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How does my health compare? - Refined

Anonymised information giving you perspective on “how do I compare with my peers/ neighbours/ colleagues’? This information gives insight into common health concerns, exercise tips. Bupa could own this calculation, much like Nike have branded Fuel.

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Much like the BBC’s website which helps you understand “where am I on the global fat scale?”, this would be a tool that told you about your health relative to that of your neighbours, peers, colleagues, citizens of other countries. Being told that “your weight is most like someone from Eritrea” is an interesting way of storytelling health.

The data could come anonymised from Bupa’s records and global health information from organisationssuch as the WHO.

Much like the way that Nike have invented “Fuel” which helps people to compare their fitness against others, who might have a very different morphology, Bupa could own this calculation which would be accessible to all free of charge. 

Gaia Montelatici has suggested a fantastic build to this concept, whereby storytelling could be used to suggest health tips that other people with similar health conditions have usedto successfully overcome their health challenge. These success stories could be very motivating for the individual. She also suggests that the collective efforts of co-workers, family and friends could also be emphasised in thisprocess, in order to increase participation and emphasise the extent to whichsuch healthy behaviour is socially conditioned.
The only difficulty that needs to be overcome here is striking the rightbalance on the anonymity of the data if this information is to be shared with ones employer or in a working environment (as emphasised by Jonathan Joanes). 

What are the benefits of your concept for the individual and the employer?

First and foremost, it is a way of giving people more information about their health status, any major risks or simple health improvements they could make. This would reward individuals who are top of their game and prompts others to get healthier by shaming them somewhat about their lack of consideration for their wellbeing.

What might the impact of your concept be and how might it be measured?

Giving people a better understanding of their relative health should increase their overall wellness. The impact could be measured based on uptake of the website.

How might your concept be designed to scale and spread to reach as many people as possible?

There are no geographic restrictions to this tool and it could connect the individual to best case examples of health practice around the world.

How might you design a small experiment around your concept that would mobilise action?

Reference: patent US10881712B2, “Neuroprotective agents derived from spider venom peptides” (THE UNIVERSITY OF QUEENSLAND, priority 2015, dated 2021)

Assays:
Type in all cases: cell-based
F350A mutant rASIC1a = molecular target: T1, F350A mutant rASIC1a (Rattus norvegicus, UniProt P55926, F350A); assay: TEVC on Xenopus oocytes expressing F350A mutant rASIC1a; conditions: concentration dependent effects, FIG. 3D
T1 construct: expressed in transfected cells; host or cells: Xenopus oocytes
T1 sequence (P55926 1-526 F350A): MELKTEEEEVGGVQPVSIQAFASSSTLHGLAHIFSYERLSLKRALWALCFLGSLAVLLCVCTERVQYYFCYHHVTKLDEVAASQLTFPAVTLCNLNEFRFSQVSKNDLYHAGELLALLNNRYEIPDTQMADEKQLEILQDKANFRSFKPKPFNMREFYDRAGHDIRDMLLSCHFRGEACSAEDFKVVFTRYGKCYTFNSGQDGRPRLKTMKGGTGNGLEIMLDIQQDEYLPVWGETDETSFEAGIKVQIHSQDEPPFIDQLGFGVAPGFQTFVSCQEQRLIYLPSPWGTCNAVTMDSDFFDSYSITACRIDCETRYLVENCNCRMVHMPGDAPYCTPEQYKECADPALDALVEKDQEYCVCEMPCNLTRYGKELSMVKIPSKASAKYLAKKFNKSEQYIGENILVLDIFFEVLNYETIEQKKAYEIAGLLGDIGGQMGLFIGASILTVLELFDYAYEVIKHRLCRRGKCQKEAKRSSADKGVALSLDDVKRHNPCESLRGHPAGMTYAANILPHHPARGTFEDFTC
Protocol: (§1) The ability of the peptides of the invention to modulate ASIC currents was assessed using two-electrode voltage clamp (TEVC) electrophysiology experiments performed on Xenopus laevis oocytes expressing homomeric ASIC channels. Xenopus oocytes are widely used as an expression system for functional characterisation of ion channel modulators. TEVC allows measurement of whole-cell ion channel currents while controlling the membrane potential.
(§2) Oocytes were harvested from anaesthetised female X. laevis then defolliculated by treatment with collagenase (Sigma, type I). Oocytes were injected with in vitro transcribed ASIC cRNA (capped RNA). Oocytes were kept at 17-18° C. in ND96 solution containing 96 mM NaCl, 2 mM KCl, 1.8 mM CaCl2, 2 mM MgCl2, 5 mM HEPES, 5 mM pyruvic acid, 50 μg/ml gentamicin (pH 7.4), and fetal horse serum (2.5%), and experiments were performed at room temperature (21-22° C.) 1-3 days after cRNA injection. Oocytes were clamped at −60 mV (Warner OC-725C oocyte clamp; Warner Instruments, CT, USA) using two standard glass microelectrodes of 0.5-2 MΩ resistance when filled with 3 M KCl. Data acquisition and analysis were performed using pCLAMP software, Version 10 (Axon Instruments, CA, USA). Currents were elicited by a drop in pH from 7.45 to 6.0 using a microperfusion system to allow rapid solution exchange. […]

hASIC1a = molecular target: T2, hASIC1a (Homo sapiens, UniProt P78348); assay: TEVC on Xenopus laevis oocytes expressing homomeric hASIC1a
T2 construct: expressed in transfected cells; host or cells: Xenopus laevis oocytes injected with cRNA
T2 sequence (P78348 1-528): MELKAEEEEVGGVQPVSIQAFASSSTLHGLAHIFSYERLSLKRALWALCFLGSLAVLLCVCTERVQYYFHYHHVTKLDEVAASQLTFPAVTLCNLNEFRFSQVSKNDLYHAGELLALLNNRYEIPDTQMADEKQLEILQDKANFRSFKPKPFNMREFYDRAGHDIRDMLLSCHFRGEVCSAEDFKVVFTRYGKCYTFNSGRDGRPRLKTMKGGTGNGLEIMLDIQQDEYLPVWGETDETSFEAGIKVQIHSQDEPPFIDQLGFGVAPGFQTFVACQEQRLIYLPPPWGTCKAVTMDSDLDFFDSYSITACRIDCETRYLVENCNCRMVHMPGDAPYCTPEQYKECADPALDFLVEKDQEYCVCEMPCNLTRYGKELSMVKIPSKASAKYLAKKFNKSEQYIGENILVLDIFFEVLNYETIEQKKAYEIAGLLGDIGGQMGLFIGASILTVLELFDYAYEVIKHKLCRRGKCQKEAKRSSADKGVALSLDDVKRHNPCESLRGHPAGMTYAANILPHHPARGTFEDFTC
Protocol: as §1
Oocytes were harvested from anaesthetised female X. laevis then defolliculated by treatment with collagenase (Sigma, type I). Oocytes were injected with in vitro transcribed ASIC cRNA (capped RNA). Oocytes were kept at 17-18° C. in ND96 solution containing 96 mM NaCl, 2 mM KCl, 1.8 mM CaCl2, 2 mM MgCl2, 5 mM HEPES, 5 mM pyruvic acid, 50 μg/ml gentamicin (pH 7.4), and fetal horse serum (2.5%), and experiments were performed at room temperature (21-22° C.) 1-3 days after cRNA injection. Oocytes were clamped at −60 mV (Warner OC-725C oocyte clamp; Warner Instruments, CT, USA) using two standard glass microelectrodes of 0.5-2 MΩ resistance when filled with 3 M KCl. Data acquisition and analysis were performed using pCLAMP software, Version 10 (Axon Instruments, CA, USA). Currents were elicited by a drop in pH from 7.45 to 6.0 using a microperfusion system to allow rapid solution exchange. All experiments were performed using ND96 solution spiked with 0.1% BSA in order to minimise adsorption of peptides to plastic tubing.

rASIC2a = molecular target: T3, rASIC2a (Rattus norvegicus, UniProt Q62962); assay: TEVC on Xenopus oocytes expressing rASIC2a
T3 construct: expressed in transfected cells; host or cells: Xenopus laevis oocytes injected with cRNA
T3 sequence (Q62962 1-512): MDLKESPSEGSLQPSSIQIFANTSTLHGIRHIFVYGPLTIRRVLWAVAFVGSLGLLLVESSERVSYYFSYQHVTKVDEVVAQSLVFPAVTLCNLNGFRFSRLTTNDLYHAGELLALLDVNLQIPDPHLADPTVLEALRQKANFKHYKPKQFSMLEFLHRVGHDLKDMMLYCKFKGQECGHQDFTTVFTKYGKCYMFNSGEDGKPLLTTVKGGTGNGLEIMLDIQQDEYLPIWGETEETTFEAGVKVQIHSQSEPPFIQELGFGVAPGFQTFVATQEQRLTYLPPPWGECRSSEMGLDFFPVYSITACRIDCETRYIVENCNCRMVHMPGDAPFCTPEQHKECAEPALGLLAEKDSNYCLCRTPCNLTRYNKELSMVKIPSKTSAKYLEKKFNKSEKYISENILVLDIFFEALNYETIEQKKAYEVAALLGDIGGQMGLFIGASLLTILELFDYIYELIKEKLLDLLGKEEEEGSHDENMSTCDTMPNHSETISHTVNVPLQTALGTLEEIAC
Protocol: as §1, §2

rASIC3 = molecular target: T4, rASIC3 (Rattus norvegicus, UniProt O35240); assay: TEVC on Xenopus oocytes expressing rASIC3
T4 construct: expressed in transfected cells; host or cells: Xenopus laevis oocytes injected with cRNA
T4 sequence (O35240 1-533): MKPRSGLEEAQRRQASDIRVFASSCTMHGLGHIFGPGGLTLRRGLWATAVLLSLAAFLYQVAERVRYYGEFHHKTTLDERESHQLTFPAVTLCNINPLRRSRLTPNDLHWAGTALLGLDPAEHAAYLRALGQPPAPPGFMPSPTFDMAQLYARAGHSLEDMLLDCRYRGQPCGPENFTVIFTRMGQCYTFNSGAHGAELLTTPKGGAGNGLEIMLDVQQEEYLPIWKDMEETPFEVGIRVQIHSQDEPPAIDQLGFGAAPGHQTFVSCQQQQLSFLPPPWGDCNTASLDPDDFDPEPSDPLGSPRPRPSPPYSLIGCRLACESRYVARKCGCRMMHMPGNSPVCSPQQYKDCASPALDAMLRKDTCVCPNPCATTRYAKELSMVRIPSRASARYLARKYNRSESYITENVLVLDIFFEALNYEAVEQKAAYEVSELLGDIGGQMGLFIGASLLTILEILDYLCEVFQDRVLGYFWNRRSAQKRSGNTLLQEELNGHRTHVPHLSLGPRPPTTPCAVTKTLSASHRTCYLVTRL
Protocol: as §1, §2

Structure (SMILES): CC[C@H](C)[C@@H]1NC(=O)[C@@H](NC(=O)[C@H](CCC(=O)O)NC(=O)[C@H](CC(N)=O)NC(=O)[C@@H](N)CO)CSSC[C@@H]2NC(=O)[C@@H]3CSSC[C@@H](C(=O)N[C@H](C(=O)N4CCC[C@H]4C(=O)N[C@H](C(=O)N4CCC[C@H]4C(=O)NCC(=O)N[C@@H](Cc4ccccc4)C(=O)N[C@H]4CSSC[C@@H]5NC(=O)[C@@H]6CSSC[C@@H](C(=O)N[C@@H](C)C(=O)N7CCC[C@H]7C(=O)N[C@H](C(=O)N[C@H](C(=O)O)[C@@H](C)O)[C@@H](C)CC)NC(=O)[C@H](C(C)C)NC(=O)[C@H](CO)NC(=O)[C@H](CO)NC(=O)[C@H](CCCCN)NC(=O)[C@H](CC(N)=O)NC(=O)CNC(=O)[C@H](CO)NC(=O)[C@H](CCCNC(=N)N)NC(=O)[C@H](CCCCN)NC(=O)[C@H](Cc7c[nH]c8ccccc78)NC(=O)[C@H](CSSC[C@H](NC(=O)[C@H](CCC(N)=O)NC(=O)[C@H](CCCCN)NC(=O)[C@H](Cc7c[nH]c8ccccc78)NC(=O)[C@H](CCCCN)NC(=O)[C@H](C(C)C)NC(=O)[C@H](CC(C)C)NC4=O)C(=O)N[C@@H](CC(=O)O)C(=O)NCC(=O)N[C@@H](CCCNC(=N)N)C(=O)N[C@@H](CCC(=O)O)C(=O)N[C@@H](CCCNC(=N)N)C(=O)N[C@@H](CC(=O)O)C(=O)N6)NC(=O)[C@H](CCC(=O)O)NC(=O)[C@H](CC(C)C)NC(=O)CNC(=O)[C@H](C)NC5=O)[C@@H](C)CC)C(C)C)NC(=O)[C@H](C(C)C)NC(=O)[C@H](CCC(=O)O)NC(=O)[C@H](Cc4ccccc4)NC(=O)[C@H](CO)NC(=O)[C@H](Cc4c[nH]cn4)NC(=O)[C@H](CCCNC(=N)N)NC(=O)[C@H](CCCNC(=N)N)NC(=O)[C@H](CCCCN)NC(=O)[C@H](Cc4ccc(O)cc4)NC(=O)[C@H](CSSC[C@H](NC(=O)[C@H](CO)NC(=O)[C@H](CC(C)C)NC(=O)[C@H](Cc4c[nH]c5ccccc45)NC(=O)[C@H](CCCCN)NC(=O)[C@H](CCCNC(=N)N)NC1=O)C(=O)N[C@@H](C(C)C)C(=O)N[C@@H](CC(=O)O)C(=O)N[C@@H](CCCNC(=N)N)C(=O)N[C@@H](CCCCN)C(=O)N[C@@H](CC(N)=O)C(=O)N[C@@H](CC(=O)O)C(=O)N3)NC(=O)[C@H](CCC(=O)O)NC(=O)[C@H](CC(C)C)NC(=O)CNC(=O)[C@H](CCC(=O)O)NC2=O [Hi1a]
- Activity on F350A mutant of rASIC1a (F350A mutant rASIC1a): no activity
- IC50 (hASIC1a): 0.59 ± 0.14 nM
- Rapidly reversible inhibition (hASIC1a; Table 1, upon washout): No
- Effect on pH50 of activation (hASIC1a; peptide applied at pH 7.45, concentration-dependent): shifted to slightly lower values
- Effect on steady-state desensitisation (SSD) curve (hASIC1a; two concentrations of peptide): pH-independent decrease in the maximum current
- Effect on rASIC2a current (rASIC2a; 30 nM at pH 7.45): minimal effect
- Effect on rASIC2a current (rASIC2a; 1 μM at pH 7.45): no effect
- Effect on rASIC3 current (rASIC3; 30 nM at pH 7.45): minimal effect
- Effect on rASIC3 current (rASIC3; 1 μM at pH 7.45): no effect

As a first step it would be possible to circulate the BBC’s Body Mass Index amongst friends, family and colleagues to give people greater understanding of their health. What sort of organisation could deliver something like this concept? / Who would be prepared to pay for this? (For example, the employer, local government, the individual, etc) An excellent suggestion would be to pair this concept with James Robertson’s (http://www.openideo.com/profiles/robertson/) excellent Glassdoor Health and Fitness Rating (http://www.openideo.com/open/well-work/concepting/glass-door-for-health-and-fitness-rating/). In addition to being interesting on an individual level, the benefits to a company of the aggregated data about their employees could be very significant. Companies could compare the means and average internally. Do check out the results of his survey about people’s willingness to share anonymised health information online. Wout Helsmoortel (http://www.openideo.com/profiles/wout/) has also suggested that companies could themselves be incentivised to participate in such schemes and obtain the healthiest possible score for their employees. After all, health issues (such as cardiovascular disease, heart disease, cancer, mental illness etc) cost the state a considerable amount of money earch year. Governments could reward companies e.g. by lowering corporate taxes by 1% for companies with a health & fitness rate over 85% What technology if any is needed to deliver it? During a pilot test it would be possible to respond manually to the information uploaded by the test users, e.g. by sending them weekly updates to motivate them to get healthier and by analysing the data gathered to see where interesting areas emerge. Automation of the process could be developed subsequently, once ideas are established. (Thanks to Nathan Maton - http://www.openideo.com/profiles/nathanmaton/)

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I think it is a nice idea. My applauses.

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